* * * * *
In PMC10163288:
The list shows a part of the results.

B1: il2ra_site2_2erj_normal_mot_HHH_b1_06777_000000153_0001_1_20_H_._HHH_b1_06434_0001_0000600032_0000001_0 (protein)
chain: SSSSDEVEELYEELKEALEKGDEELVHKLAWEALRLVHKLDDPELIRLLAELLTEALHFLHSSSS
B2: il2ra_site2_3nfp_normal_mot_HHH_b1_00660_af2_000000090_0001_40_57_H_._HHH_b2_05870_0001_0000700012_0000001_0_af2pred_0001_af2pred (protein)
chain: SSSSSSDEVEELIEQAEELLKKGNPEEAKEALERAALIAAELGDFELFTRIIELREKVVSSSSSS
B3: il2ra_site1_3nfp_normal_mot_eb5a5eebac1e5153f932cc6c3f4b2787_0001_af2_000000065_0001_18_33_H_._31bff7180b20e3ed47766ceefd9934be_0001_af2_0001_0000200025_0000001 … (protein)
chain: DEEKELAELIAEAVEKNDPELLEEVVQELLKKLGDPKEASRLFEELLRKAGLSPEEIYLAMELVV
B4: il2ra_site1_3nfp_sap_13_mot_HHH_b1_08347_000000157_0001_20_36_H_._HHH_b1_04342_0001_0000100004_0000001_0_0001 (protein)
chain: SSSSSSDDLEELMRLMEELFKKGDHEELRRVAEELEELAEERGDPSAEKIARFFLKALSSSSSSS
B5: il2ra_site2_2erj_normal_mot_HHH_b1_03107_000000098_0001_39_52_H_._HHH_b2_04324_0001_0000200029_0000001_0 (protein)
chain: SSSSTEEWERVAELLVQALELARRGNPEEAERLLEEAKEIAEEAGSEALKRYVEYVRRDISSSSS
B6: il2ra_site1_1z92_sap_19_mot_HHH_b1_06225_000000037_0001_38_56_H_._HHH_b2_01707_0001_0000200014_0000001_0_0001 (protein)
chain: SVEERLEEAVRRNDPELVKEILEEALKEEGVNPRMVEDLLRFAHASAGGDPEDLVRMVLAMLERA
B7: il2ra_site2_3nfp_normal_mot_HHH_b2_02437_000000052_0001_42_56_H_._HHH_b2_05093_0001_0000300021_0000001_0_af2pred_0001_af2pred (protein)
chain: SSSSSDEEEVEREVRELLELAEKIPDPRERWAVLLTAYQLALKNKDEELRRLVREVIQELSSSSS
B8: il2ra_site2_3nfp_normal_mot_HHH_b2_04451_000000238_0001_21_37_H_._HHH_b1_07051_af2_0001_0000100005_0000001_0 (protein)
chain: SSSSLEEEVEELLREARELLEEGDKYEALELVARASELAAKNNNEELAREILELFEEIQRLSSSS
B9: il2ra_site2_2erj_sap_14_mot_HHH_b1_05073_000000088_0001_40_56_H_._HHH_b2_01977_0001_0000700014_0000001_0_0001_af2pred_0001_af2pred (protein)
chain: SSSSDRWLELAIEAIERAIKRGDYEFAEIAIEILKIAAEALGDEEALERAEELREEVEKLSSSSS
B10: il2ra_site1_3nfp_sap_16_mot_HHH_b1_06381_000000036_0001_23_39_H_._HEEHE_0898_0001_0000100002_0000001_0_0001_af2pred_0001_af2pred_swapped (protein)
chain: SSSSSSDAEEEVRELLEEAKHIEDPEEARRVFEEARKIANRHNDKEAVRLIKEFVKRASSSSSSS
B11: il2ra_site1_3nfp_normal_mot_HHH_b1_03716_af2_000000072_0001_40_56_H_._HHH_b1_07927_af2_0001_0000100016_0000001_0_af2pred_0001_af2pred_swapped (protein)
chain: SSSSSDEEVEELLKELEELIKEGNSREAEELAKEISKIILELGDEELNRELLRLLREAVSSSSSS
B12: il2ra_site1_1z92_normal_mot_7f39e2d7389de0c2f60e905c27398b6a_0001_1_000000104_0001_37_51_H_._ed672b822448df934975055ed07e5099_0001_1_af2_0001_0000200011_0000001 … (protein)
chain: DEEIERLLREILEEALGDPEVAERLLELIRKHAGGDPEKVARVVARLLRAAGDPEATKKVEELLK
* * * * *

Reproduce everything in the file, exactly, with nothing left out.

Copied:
In PMC10163288:
The list shows a part of the results.

B1: il2ra_site2_2erj_normal_mot_HHH_b1_06777_000000153_0001_1_20_H_._HHH_b1_06434_0001_0000600032_0000001_0 (protein)
chain: SSSSDEVEELYEELKEALEKGDEELVHKLAWEALRLVHKLDDPELIRLLAELLTEALHFLHSSSS
B2: il2ra_site2_3nfp_normal_mot_HHH_b1_00660_af2_000000090_0001_40_57_H_._HHH_b2_05870_0001_0000700012_0000001_0_af2pred_0001_af2pred (protein)
chain: SSSSSSDEVEELIEQAEELLKKGNPEEAKEALERAALIAAELGDFELFTRIIELREKVVSSSSSS
B3: il2ra_site1_3nfp_normal_mot_eb5a5eebac1e5153f932cc6c3f4b2787_0001_af2_000000065_0001_18_33_H_._31bff7180b20e3ed47766ceefd9934be_0001_af2_0001_0000200025_0000001 … (protein)
chain: DEEKELAELIAEAVEKNDPELLEEVVQELLKKLGDPKEASRLFEELLRKAGLSPEEIYLAMELVV
B4: il2ra_site1_3nfp_sap_13_mot_HHH_b1_08347_000000157_0001_20_36_H_._HHH_b1_04342_0001_0000100004_0000001_0_0001 (protein)
chain: SSSSSSDDLEELMRLMEELFKKGDHEELRRVAEELEELAEERGDPSAEKIARFFLKALSSSSSSS
B5: il2ra_site2_2erj_normal_mot_HHH_b1_03107_000000098_0001_39_52_H_._HHH_b2_04324_0001_0000200029_0000001_0 (protein)
chain: SSSSTEEWERVAELLVQALELARRGNPEEAERLLEEAKEIAEEAGSEALKRYVEYVRRDISSSSS
B6: il2ra_site1_1z92_sap_19_mot_HHH_b1_06225_000000037_0001_38_56_H_._HHH_b2_01707_0001_0000200014_0000001_0_0001 (protein)
chain: SVEERLEEAVRRNDPELVKEILEEALKEEGVNPRMVEDLLRFAHASAGGDPEDLVRMVLAMLERA
B7: il2ra_site2_3nfp_normal_mot_HHH_b2_02437_000000052_0001_42_56_H_._HHH_b2_05093_0001_0000300021_0000001_0_af2pred_0001_af2pred (protein)
chain: SSSSSDEEEVEREVRELLELAEKIPDPRERWAVLLTAYQLALKNKDEELRRLVREVIQELSSSSS
B8: il2ra_site2_3nfp_normal_mot_HHH_b2_04451_000000238_0001_21_37_H_._HHH_b1_07051_af2_0001_0000100005_0000001_0 (protein)
chain: SSSSLEEEVEELLREARELLEEGDKYEALELVARASELAAKNNNEELAREILELFEEIQRLSSSS
B9: il2ra_site2_2erj_sap_14_mot_HHH_b1_05073_000000088_0001_40_56_H_._HHH_b2_01977_0001_0000700014_0000001_0_0001_af2pred_0001_af2pred (protein)
chain: SSSSDRWLELAIEAIERAIKRGDYEFAEIAIEILKIAAEALGDEEALERAEELREEVEKLSSSSS
B10: il2ra_site1_3nfp_sap_16_mot_HHH_b1_06381_000000036_0001_23_39_H_._HEEHE_0898_0001_0000100002_0000001_0_0001_af2pred_0001_af2pred_swapped (protein)
chain: SSSSSSDAEEEVRELLEEAKHIEDPEEARRVFEEARKIANRHNDKEAVRLIKEFVKRASSSSSSS
B11: il2ra_site1_3nfp_normal_mot_HHH_b1_03716_af2_000000072_0001_40_56_H_._HHH_b1_07927_af2_0001_0000100016_0000001_0_af2pred_0001_af2pred_swapped (protein)
chain: SSSSSDEEVEELLKELEELIKEGNSREAEELAKEISKIILELGDEELNRELLRLLREAVSSSSSS
B12: il2ra_site1_1z92_normal_mot_7f39e2d7389de0c2f60e905c27398b6a_0001_1_000000104_0001_37_51_H_._ed672b822448df934975055ed07e5099_0001_1_af2_0001_0000200011_0000001 … (protein)
chain: DEEIERLLREILEEALGDPEVAERLLELIRKHAGGDPEKVARVVARLLRAAGDPEATKKVEELLK